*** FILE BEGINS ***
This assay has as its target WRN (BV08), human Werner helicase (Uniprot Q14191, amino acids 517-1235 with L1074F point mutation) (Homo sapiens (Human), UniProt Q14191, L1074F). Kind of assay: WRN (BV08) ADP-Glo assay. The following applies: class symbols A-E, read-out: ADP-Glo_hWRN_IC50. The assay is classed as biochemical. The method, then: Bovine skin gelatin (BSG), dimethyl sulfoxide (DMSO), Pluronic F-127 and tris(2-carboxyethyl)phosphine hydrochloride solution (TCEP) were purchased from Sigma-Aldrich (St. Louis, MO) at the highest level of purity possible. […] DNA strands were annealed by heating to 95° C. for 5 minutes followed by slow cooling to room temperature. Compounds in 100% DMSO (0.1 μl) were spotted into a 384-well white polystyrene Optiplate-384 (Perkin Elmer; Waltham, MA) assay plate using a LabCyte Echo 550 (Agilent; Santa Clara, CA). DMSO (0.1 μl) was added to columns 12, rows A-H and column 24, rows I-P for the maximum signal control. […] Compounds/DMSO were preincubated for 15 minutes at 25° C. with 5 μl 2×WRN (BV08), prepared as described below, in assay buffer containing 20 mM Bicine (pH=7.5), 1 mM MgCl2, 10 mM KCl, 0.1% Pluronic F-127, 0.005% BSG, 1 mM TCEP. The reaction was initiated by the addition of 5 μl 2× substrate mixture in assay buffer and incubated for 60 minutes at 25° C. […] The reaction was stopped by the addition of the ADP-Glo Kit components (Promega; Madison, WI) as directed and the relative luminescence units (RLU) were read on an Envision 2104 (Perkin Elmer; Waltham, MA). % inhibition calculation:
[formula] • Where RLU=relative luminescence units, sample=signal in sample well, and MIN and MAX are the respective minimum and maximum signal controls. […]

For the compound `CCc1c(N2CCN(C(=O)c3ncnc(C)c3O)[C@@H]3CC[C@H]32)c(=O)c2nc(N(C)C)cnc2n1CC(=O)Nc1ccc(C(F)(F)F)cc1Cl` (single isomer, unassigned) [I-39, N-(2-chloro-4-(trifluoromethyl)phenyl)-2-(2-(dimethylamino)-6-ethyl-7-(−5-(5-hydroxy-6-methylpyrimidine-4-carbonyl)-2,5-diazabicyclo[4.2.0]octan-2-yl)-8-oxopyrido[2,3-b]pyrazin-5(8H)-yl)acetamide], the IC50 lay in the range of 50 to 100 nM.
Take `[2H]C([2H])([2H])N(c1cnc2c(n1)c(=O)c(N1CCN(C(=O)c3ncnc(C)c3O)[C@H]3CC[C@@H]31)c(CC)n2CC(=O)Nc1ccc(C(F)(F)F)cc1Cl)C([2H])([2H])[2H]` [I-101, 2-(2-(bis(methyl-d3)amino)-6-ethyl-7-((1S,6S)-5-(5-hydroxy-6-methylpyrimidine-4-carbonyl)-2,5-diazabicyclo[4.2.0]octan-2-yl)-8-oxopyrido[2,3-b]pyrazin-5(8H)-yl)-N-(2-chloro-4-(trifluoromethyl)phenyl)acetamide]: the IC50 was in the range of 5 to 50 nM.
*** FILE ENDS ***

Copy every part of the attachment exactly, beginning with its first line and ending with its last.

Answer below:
This assay has as its target WRN (BV08), human Werner helicase (Uniprot Q14191, amino acids 517-1235 with L1074F point mutation) (Homo sapiens (Human), UniProt Q14191, L1074F). Kind of assay: WRN (BV08) ADP-Glo assay. The following applies: class symbols A-E, read-out: ADP-Glo_hWRN_IC50. The assay is classed as biochemical. The method, then: Bovine skin gelatin (BSG), dimethyl sulfoxide (DMSO), Pluronic F-127 and tris(2-carboxyethyl)phosphine hydrochloride solution (TCEP) were purchased from Sigma-Aldrich (St. Louis, MO) at the highest level of purity possible. […] DNA strands were annealed by heating to 95° C. for 5 minutes followed by slow cooling to room temperature. Compounds in 100% DMSO (0.1 μl) were spotted into a 384-well white polystyrene Optiplate-384 (Perkin Elmer; Waltham, MA) assay plate using a LabCyte Echo 550 (Agilent; Santa Clara, CA). DMSO (0.1 μl) was added to columns 12, rows A-H and column 24, rows I-P for the maximum signal control. […] Compounds/DMSO were preincubated for 15 minutes at 25° C. with 5 μl 2×WRN (BV08), prepared as described below, in assay buffer containing 20 mM Bicine (pH=7.5), 1 mM MgCl2, 10 mM KCl, 0.1% Pluronic F-127, 0.005% BSG, 1 mM TCEP. The reaction was initiated by the addition of 5 μl 2× substrate mixture in assay buffer and incubated for 60 minutes at 25° C. […] The reaction was stopped by the addition of the ADP-Glo Kit components (Promega; Madison, WI) as directed and the relative luminescence units (RLU) were read on an Envision 2104 (Perkin Elmer; Waltham, MA). % inhibition calculation:
[formula] • Where RLU=relative luminescence units, sample=signal in sample well, and MIN and MAX are the respective minimum and maximum signal controls. […]

For the compound `CCc1c(N2CCN(C(=O)c3ncnc(C)c3O)[C@@H]3CC[C@H]32)c(=O)c2nc(N(C)C)cnc2n1CC(=O)Nc1ccc(C(F)(F)F)cc1Cl` (single isomer, unassigned) [I-39, N-(2-chloro-4-(trifluoromethyl)phenyl)-2-(2-(dimethylamino)-6-ethyl-7-(−5-(5-hydroxy-6-methylpyrimidine-4-carbonyl)-2,5-diazabicyclo[4.2.0]octan-2-yl)-8-oxopyrido[2,3-b]pyrazin-5(8H)-yl)acetamide], the IC50 lay in the range of 50 to 100 nM.
Take `[2H]C([2H])([2H])N(c1cnc2c(n1)c(=O)c(N1CCN(C(=O)c3ncnc(C)c3O)[C@H]3CC[C@@H]31)c(CC)n2CC(=O)Nc1ccc(C(F)(F)F)cc1Cl)C([2H])([2H])[2H]` [I-101, 2-(2-(bis(methyl-d3)amino)-6-ethyl-7-((1S,6S)-5-(5-hydroxy-6-methylpyrimidine-4-carbonyl)-2,5-diazabicyclo[4.2.0]octan-2-yl)-8-oxopyrido[2,3-b]pyrazin-5(8H)-yl)-N-(2-chloro-4-(trifluoromethyl)phenyl)acetamide]: the IC50 was in the range of 5 to 50 nM.